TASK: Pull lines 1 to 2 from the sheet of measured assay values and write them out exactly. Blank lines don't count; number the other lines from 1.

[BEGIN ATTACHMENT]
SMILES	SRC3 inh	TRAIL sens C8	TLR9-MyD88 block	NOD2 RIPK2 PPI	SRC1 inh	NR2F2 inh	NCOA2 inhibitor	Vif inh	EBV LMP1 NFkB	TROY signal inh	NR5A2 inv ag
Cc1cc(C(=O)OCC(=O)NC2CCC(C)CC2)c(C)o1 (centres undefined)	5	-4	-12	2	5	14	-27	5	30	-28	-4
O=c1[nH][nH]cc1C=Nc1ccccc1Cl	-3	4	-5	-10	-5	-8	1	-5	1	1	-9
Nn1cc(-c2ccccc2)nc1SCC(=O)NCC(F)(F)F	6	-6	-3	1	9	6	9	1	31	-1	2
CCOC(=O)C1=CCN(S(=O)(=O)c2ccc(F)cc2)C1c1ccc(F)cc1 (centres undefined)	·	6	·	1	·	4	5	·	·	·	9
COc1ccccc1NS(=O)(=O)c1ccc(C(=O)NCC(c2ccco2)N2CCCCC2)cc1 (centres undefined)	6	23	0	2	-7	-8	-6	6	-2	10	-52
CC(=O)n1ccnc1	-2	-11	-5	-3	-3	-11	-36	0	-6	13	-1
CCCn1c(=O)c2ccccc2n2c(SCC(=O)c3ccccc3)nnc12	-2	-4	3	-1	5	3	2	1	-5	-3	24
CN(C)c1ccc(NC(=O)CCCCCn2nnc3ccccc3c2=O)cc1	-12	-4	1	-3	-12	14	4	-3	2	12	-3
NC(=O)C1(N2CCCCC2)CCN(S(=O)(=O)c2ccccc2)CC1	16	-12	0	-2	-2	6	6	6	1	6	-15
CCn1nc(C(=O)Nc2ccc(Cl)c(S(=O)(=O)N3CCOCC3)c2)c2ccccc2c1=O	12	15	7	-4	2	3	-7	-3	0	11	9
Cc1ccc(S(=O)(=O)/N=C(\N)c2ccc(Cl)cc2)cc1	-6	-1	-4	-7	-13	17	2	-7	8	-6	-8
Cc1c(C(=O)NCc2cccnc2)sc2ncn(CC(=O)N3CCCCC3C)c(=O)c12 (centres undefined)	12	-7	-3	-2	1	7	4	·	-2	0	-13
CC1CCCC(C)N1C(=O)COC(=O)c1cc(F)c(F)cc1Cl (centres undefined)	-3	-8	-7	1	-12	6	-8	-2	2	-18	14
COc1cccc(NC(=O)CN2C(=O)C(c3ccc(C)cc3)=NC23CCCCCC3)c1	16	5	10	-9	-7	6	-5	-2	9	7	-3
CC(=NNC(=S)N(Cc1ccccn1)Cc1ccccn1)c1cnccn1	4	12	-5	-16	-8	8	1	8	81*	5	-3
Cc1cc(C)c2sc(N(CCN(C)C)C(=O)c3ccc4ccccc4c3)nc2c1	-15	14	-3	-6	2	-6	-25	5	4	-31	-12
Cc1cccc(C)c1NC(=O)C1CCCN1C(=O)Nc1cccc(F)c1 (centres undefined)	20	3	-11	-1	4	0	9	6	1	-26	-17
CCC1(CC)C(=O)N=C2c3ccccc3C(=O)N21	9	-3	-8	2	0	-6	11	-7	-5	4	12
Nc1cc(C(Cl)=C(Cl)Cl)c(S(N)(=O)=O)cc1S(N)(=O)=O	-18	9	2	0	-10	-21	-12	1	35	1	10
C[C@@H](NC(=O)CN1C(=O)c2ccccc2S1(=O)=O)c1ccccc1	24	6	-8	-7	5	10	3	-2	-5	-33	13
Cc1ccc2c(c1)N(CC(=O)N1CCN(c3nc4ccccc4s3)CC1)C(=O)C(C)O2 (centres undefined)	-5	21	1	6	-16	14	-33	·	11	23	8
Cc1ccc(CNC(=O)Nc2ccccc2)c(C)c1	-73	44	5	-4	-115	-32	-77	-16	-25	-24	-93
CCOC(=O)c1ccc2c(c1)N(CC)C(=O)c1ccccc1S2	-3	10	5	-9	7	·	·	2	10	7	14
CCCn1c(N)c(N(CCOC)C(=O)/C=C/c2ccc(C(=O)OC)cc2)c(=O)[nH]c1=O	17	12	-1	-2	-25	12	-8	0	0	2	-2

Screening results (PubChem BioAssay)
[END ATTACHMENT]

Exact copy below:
SMILES	SRC3 inh	TRAIL sens C8	TLR9-MyD88 block	NOD2 RIPK2 PPI	SRC1 inh	NR2F2 inh	NCOA2 inhibitor	Vif inh	EBV LMP1 NFkB	TROY signal inh	NR5A2 inv ag
Cc1cc(C(=O)OCC(=O)NC2CCC(C)CC2)c(C)o1 (centres undefined)	5	-4	-12	2	5	14	-27	5	30	-28	-4